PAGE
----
Tag Archives: horsham

Wordless Wednesday: St. Mary’s Church, Horsham, West Sussex

9 May

St. Mary’s Church, Horsham, West Sussex (9th May 2012)

Copyright © 2012 John Gasson.
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Confessions of a Bus Geek

24 Mar

The Urban Dictionary defines a bus geek as “someone who rides Public Transportation for purposes of entertainment”. Apart from the American term public transportation (we have public transport in the UK) this pretty much defines how I spent my Saturday.

There was no logical reason for my friend Chris and I spending just over five hours sitting on buses today, it just seemed like a fun idea. It was a coincidence that I was able to visit and photograph one of the places on my genealogy hit list along the way (more about that in a future post).

In fact the whole journey was a bit like a family history tour, passing through so many places in my family tree. Unfortunately we didn’t actually spend time off the bus anywhere other than Tunbridge Wells, but it was good to be travelling through the landscape of my relatives none the less.

The journey itself was a round trip (otherwise I wouldn’t be sitting at home writing this) of about 90 miles, mainly through East and West Sussex, but also crossing into Kent and Surrey.

For the fellow bus geeks reading this the bus routes were:

  1. Horsham to Brighton (17, Stagecoach)
  2. Brighton to Tunbridge Wells (29, Brighton and Hove)
  3. Tunbridge Wells to Crawley (291, Metrobus)
  4. Crawley to Horsham (23, Metrobus)

I have travelled on these routes before, but never the complete routes. I don’t think I have ever been to Tunbridge Wells before, by any mode of transport, but I will definitely be heading back there again. Not least because of the famous Hall’s Bookshop.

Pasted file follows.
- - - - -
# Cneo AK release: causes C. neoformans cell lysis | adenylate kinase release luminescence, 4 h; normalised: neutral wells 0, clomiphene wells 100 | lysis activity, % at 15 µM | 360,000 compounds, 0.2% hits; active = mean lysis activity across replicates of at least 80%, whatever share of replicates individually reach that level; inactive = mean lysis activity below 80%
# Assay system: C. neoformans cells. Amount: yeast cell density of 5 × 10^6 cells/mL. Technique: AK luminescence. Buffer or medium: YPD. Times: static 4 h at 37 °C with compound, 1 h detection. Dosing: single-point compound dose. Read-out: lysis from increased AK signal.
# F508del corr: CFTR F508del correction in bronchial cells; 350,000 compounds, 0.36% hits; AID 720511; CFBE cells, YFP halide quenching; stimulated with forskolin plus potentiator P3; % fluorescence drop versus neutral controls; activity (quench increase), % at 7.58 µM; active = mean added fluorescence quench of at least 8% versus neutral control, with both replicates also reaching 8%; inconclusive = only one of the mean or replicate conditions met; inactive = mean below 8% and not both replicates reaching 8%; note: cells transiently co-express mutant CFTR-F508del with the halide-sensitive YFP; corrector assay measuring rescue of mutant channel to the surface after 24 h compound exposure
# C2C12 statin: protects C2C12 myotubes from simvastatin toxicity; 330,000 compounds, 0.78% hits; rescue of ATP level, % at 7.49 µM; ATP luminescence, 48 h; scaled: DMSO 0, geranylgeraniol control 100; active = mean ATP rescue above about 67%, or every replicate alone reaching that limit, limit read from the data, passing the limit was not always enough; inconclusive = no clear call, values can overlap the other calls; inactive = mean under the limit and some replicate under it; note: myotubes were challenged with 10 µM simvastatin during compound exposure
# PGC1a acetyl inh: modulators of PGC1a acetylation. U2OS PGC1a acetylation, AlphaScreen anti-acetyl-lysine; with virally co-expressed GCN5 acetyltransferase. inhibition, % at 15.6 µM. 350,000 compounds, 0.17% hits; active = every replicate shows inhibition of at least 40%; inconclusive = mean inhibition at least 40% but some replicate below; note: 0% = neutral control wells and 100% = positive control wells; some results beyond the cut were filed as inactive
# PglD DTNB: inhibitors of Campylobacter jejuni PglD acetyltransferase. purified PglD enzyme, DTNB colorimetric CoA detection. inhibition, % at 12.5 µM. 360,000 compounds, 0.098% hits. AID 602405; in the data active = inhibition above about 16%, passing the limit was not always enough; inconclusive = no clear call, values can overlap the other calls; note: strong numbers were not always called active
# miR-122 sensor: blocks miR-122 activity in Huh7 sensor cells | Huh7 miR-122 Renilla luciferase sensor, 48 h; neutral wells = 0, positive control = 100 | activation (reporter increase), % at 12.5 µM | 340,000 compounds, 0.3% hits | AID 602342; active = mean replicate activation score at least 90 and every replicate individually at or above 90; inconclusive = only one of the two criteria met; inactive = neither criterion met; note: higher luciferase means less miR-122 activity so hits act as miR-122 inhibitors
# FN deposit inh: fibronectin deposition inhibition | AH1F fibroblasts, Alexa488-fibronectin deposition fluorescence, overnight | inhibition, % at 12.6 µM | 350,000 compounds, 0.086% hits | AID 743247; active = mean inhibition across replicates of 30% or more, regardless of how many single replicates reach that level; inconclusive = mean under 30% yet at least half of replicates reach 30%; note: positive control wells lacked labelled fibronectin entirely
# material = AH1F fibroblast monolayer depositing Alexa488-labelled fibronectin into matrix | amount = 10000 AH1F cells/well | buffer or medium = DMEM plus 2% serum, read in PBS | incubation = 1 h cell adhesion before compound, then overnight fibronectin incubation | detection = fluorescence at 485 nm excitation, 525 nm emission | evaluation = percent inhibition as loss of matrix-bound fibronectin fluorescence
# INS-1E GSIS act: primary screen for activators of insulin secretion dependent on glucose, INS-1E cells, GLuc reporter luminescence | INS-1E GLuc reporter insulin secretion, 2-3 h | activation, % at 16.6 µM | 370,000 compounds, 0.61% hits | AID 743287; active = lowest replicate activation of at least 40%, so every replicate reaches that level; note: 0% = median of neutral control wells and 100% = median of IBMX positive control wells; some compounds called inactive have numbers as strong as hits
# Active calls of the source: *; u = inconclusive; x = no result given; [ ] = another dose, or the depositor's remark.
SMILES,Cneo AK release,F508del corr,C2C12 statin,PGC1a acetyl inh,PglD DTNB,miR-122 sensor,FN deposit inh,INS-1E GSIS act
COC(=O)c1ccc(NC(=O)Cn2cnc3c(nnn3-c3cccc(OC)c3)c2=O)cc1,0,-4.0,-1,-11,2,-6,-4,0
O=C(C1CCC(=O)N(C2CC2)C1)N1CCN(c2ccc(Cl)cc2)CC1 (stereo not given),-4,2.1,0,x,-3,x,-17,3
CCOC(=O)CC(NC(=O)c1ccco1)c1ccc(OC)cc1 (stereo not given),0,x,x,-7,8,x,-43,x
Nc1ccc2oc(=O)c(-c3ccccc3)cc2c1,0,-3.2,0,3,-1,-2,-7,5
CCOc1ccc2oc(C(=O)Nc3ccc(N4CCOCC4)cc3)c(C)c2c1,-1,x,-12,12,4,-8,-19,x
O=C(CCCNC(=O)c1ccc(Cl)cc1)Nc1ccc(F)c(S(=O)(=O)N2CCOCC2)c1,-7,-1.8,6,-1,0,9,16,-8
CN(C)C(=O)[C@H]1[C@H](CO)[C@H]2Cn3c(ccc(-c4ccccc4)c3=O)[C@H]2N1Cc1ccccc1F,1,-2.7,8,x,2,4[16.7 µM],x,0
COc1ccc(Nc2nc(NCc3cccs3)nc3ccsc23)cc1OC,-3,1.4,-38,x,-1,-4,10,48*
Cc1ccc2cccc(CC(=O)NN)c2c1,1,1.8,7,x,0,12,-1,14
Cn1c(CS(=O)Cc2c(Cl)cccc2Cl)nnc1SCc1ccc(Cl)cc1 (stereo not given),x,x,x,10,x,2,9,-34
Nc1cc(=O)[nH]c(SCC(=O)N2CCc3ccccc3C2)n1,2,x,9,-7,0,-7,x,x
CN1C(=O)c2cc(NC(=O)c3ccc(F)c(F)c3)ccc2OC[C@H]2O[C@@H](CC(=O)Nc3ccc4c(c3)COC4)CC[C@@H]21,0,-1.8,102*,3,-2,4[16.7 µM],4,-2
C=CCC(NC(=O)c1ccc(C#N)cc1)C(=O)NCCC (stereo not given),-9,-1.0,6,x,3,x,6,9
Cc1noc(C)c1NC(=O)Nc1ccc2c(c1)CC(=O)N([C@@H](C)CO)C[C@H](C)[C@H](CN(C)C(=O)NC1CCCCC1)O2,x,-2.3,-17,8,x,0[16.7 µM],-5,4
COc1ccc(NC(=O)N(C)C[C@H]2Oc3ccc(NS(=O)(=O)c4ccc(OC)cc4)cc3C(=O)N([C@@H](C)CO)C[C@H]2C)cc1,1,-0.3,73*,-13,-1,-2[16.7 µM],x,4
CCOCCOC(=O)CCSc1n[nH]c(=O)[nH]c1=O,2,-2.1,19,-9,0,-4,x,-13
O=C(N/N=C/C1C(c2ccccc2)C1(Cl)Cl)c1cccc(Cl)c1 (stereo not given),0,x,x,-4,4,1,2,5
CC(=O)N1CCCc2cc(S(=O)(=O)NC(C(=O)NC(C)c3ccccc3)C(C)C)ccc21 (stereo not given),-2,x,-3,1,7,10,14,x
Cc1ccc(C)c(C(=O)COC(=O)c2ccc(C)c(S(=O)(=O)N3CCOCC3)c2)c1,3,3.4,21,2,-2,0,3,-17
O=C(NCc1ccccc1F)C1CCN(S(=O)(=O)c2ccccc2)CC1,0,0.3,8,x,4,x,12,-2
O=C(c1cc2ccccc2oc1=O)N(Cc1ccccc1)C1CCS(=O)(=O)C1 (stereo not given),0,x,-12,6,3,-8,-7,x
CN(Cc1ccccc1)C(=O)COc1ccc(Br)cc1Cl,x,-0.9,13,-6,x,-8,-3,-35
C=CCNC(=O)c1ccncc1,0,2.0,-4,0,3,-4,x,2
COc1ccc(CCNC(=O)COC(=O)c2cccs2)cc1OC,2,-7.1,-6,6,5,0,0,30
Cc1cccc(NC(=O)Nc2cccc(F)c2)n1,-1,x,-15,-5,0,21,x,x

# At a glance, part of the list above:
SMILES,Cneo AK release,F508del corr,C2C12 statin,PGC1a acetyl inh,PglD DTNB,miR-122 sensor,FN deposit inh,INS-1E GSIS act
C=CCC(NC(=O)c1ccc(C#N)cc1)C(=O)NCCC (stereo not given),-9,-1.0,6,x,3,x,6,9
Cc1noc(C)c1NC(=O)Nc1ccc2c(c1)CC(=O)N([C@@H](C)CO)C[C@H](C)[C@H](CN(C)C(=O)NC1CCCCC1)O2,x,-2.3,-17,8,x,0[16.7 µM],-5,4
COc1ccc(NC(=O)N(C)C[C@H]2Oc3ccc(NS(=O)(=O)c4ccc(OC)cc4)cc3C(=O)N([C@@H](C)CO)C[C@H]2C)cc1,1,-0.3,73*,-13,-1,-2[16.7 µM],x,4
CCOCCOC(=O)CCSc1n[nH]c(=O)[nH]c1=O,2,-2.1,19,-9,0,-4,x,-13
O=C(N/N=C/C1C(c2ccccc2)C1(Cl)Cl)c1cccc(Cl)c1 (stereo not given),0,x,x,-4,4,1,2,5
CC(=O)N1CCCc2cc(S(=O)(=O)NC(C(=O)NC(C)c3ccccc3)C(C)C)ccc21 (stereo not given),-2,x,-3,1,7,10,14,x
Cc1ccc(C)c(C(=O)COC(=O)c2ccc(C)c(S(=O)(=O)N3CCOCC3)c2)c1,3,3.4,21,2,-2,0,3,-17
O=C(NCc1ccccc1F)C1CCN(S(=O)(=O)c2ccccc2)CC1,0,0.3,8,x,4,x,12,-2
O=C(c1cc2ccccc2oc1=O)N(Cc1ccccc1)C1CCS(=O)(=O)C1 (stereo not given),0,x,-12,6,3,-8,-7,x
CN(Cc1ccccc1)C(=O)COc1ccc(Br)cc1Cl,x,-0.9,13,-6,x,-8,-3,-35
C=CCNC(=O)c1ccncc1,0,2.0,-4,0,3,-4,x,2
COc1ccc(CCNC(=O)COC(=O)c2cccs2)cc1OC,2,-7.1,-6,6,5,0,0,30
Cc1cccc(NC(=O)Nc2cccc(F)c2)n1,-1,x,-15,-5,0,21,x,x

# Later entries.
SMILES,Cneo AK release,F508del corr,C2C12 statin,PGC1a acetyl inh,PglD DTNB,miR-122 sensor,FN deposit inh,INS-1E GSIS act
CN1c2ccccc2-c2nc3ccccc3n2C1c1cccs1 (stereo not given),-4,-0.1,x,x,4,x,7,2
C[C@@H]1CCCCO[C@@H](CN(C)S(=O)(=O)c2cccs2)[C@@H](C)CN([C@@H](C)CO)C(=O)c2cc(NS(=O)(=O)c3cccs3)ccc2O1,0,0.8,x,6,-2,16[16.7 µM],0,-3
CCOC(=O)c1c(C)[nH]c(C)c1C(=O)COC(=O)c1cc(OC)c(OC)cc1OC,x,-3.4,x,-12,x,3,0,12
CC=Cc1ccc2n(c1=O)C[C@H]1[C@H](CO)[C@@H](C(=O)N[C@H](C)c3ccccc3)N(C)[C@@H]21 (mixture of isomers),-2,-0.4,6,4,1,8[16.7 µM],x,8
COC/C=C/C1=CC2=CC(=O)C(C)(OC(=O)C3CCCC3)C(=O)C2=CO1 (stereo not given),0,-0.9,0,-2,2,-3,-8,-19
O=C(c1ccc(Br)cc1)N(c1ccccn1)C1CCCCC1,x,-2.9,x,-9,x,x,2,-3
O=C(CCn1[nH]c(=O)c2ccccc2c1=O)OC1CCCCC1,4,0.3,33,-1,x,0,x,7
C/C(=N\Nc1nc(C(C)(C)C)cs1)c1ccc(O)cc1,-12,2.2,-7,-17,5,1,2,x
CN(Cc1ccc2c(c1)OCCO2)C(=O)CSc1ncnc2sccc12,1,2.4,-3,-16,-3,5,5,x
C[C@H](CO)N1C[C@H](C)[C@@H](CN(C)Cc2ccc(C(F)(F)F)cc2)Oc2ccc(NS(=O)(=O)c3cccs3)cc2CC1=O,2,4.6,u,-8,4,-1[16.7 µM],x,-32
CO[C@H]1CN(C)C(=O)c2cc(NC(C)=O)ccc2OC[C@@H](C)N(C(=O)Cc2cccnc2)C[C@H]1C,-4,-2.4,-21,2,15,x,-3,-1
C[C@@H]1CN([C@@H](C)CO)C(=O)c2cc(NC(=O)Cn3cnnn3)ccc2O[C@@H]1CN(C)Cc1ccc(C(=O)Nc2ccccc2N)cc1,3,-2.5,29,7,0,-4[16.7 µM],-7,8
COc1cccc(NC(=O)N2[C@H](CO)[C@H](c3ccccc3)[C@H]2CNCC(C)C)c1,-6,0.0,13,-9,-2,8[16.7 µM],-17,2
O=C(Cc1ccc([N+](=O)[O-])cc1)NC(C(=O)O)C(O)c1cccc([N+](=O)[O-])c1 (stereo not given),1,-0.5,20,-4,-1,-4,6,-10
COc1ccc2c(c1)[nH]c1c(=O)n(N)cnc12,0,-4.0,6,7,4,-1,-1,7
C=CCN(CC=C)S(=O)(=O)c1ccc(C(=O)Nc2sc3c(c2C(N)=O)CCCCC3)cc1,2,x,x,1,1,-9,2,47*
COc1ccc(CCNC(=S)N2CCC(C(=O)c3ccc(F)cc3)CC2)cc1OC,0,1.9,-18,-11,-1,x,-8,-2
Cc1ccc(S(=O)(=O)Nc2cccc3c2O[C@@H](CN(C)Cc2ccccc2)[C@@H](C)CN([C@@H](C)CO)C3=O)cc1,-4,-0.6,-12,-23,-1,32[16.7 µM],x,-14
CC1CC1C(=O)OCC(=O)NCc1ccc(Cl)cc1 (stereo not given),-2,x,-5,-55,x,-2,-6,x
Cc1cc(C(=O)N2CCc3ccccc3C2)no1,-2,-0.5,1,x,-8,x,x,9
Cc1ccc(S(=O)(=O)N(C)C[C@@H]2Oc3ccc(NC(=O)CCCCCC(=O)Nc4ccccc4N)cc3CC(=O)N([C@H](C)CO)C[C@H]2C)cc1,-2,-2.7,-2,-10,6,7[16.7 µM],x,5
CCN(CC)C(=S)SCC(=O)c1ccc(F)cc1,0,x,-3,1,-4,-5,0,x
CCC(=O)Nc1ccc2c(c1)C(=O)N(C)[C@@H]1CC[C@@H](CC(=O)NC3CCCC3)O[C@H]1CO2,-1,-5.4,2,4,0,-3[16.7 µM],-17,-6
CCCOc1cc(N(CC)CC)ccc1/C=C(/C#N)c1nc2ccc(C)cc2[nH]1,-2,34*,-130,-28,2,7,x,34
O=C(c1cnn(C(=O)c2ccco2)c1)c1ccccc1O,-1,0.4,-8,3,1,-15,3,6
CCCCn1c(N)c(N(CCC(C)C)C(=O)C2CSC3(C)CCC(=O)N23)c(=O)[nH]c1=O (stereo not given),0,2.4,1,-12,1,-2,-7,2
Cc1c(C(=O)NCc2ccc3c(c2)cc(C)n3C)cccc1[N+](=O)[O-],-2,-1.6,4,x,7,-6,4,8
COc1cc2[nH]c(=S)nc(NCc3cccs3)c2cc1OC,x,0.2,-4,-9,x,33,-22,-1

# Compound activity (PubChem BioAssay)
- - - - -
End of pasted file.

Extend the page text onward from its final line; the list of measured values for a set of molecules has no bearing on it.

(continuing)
I was delighted to find a memorial below to Air Chief Marshall Dowding in Calverley Grounds (the park where we sat and enjoyed a sandwich in the sunshine). This was a perfect piece of genealogical synchronicity because he was born in Moffat, Scotland, the same town as my 3x great-grandfather Thomas Kinghorn.

Copyright © 2012 John Gasson.
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Who was this Sussex pedestrian?

3 May

I have been reading about pedestrianism recently, I suppose pedestrianism is probably what would be known as race walking these days. My interest stems from the “celebrated Captain Barclay” who once lodged with my GEERING ancestors in Hailsham, Sussex.

It helps that I like walking, however my style of walking is not the same as these pedestrians, less about speed and more about having the time to take everything in and enjoy myself.

I was browsing a copy of the 1813 book Pedestrianism by Walter Thom (available on Google Books) when I discovered the following passage:

Thomas Miller, of Cowford in Sussex, on the 7th of July 1795, walked from the market-house at Horsham to Westminster Bridge-a distance of thirty-six miles-in five hours and fifty minutes, with apparent ease.

I wasn’t sure whether to be pleased or not. I was pleased to discover a Sussex pedestrian, especially one so close to home. Cowford is almost certainly meant to be Cowfold (which is just up the road from me) and Horsham is my closest town, which I pass through every day on my way to work.

I was a little disappointed that Thomas Miller had walked one of the routes I was intending to walk this year, and what is more he had done it in a time that would put my feeble efforts to shame.

The idea came to me last year as I was sitting on the train on my way home from work, watching the milestones at the side of the track. I noticed that we were only about thirty miles from London (or a couple of days comfortable walking). It was then I remembered a milestone in Horsham alongside the park (pictured left) indicating the 36 miles to Westminster Bridge.

At first I thought that with a bit of judicious planning I could probably find a more direct route, following footpaths rather than roads, but then I thought it might be more interesting to try to follow the route of the original road to London.

I have done some preliminary work on the route, but I haven’t finalised my plans yet. In a way the discovery that someone else had already walked the route over two hundred years ago adds more to the story, especially if I could find out more.